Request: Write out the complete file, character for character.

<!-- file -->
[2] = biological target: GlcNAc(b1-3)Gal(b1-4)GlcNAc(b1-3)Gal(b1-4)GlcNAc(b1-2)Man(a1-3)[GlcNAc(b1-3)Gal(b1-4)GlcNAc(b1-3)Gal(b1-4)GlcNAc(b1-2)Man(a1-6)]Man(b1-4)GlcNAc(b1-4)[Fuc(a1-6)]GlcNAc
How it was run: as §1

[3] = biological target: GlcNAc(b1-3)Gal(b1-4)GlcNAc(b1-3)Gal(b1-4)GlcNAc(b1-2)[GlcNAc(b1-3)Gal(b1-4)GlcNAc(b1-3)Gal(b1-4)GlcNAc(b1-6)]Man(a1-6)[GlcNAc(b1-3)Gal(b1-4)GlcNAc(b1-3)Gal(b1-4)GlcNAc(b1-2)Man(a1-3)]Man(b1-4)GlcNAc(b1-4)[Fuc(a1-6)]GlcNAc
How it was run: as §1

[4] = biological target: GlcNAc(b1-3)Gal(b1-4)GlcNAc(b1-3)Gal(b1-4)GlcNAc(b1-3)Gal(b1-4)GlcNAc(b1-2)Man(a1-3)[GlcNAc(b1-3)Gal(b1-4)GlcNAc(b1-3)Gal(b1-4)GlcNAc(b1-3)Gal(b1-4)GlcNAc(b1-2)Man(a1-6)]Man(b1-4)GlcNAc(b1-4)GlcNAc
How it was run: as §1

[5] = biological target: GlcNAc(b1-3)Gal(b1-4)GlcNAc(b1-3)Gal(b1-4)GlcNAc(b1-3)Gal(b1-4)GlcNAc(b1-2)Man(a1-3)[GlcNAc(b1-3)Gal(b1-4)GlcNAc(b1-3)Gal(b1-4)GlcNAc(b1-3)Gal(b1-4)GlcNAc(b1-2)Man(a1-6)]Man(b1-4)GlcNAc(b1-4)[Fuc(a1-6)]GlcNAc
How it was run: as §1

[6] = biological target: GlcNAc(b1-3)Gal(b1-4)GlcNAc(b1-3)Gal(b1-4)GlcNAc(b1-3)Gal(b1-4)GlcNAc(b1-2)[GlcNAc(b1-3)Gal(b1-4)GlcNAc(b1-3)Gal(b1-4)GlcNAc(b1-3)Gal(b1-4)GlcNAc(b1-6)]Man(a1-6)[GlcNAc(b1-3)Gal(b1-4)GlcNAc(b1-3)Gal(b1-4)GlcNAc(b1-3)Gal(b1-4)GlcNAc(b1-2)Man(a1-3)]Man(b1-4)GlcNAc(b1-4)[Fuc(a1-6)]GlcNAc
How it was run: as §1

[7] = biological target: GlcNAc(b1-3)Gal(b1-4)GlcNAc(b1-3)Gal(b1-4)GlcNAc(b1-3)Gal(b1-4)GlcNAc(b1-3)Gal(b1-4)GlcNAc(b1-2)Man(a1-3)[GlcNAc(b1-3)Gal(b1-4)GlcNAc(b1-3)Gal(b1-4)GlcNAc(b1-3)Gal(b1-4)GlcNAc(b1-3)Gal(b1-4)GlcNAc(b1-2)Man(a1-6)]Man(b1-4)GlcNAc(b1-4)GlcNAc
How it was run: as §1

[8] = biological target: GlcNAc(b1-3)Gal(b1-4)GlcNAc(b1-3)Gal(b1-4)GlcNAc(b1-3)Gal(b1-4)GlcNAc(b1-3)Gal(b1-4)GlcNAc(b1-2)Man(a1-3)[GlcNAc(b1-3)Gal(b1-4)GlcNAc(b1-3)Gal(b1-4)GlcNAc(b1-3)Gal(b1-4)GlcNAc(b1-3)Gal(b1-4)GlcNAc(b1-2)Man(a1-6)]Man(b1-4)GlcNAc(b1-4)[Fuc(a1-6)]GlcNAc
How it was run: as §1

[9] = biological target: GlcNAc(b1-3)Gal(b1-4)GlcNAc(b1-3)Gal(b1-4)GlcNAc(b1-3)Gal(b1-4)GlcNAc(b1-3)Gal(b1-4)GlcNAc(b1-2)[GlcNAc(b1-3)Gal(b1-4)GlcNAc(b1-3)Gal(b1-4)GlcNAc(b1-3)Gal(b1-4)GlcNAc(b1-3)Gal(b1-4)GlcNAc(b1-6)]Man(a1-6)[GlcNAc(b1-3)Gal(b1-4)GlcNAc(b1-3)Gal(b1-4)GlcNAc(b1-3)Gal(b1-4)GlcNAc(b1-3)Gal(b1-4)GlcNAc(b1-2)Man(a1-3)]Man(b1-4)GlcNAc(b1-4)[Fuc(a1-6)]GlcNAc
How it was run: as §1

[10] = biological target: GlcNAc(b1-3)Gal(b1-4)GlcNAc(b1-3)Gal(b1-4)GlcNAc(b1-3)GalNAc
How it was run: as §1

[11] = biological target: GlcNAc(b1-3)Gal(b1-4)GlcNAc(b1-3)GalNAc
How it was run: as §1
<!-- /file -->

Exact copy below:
[2] = biological target: GlcNAc(b1-3)Gal(b1-4)GlcNAc(b1-3)Gal(b1-4)GlcNAc(b1-2)Man(a1-3)[GlcNAc(b1-3)Gal(b1-4)GlcNAc(b1-3)Gal(b1-4)GlcNAc(b1-2)Man(a1-6)]Man(b1-4)GlcNAc(b1-4)[Fuc(a1-6)]GlcNAc
How it was run: as §1

[3] = biological target: GlcNAc(b1-3)Gal(b1-4)GlcNAc(b1-3)Gal(b1-4)GlcNAc(b1-2)[GlcNAc(b1-3)Gal(b1-4)GlcNAc(b1-3)Gal(b1-4)GlcNAc(b1-6)]Man(a1-6)[GlcNAc(b1-3)Gal(b1-4)GlcNAc(b1-3)Gal(b1-4)GlcNAc(b1-2)Man(a1-3)]Man(b1-4)GlcNAc(b1-4)[Fuc(a1-6)]GlcNAc
How it was run: as §1

[4] = biological target: GlcNAc(b1-3)Gal(b1-4)GlcNAc(b1-3)Gal(b1-4)GlcNAc(b1-3)Gal(b1-4)GlcNAc(b1-2)Man(a1-3)[GlcNAc(b1-3)Gal(b1-4)GlcNAc(b1-3)Gal(b1-4)GlcNAc(b1-3)Gal(b1-4)GlcNAc(b1-2)Man(a1-6)]Man(b1-4)GlcNAc(b1-4)GlcNAc
How it was run: as §1

[5] = biological target: GlcNAc(b1-3)Gal(b1-4)GlcNAc(b1-3)Gal(b1-4)GlcNAc(b1-3)Gal(b1-4)GlcNAc(b1-2)Man(a1-3)[GlcNAc(b1-3)Gal(b1-4)GlcNAc(b1-3)Gal(b1-4)GlcNAc(b1-3)Gal(b1-4)GlcNAc(b1-2)Man(a1-6)]Man(b1-4)GlcNAc(b1-4)[Fuc(a1-6)]GlcNAc
How it was run: as §1

[6] = biological target: GlcNAc(b1-3)Gal(b1-4)GlcNAc(b1-3)Gal(b1-4)GlcNAc(b1-3)Gal(b1-4)GlcNAc(b1-2)[GlcNAc(b1-3)Gal(b1-4)GlcNAc(b1-3)Gal(b1-4)GlcNAc(b1-3)Gal(b1-4)GlcNAc(b1-6)]Man(a1-6)[GlcNAc(b1-3)Gal(b1-4)GlcNAc(b1-3)Gal(b1-4)GlcNAc(b1-3)Gal(b1-4)GlcNAc(b1-2)Man(a1-3)]Man(b1-4)GlcNAc(b1-4)[Fuc(a1-6)]GlcNAc
How it was run: as §1

[7] = biological target: GlcNAc(b1-3)Gal(b1-4)GlcNAc(b1-3)Gal(b1-4)GlcNAc(b1-3)Gal(b1-4)GlcNAc(b1-3)Gal(b1-4)GlcNAc(b1-2)Man(a1-3)[GlcNAc(b1-3)Gal(b1-4)GlcNAc(b1-3)Gal(b1-4)GlcNAc(b1-3)Gal(b1-4)GlcNAc(b1-3)Gal(b1-4)GlcNAc(b1-2)Man(a1-6)]Man(b1-4)GlcNAc(b1-4)GlcNAc
How it was run: as §1

[8] = biological target: GlcNAc(b1-3)Gal(b1-4)GlcNAc(b1-3)Gal(b1-4)GlcNAc(b1-3)Gal(b1-4)GlcNAc(b1-3)Gal(b1-4)GlcNAc(b1-2)Man(a1-3)[GlcNAc(b1-3)Gal(b1-4)GlcNAc(b1-3)Gal(b1-4)GlcNAc(b1-3)Gal(b1-4)GlcNAc(b1-3)Gal(b1-4)GlcNAc(b1-2)Man(a1-6)]Man(b1-4)GlcNAc(b1-4)[Fuc(a1-6)]GlcNAc
How it was run: as §1

[9] = biological target: GlcNAc(b1-3)Gal(b1-4)GlcNAc(b1-3)Gal(b1-4)GlcNAc(b1-3)Gal(b1-4)GlcNAc(b1-3)Gal(b1-4)GlcNAc(b1-2)[GlcNAc(b1-3)Gal(b1-4)GlcNAc(b1-3)Gal(b1-4)GlcNAc(b1-3)Gal(b1-4)GlcNAc(b1-3)Gal(b1-4)GlcNAc(b1-6)]Man(a1-6)[GlcNAc(b1-3)Gal(b1-4)GlcNAc(b1-3)Gal(b1-4)GlcNAc(b1-3)Gal(b1-4)GlcNAc(b1-3)Gal(b1-4)GlcNAc(b1-2)Man(a1-3)]Man(b1-4)GlcNAc(b1-4)[Fuc(a1-6)]GlcNAc
How it was run: as §1

[10] = biological target: GlcNAc(b1-3)Gal(b1-4)GlcNAc(b1-3)Gal(b1-4)GlcNAc(b1-3)GalNAc
How it was run: as §1

[11] = biological target: GlcNAc(b1-3)Gal(b1-4)GlcNAc(b1-3)GalNAc
How it was run: as §1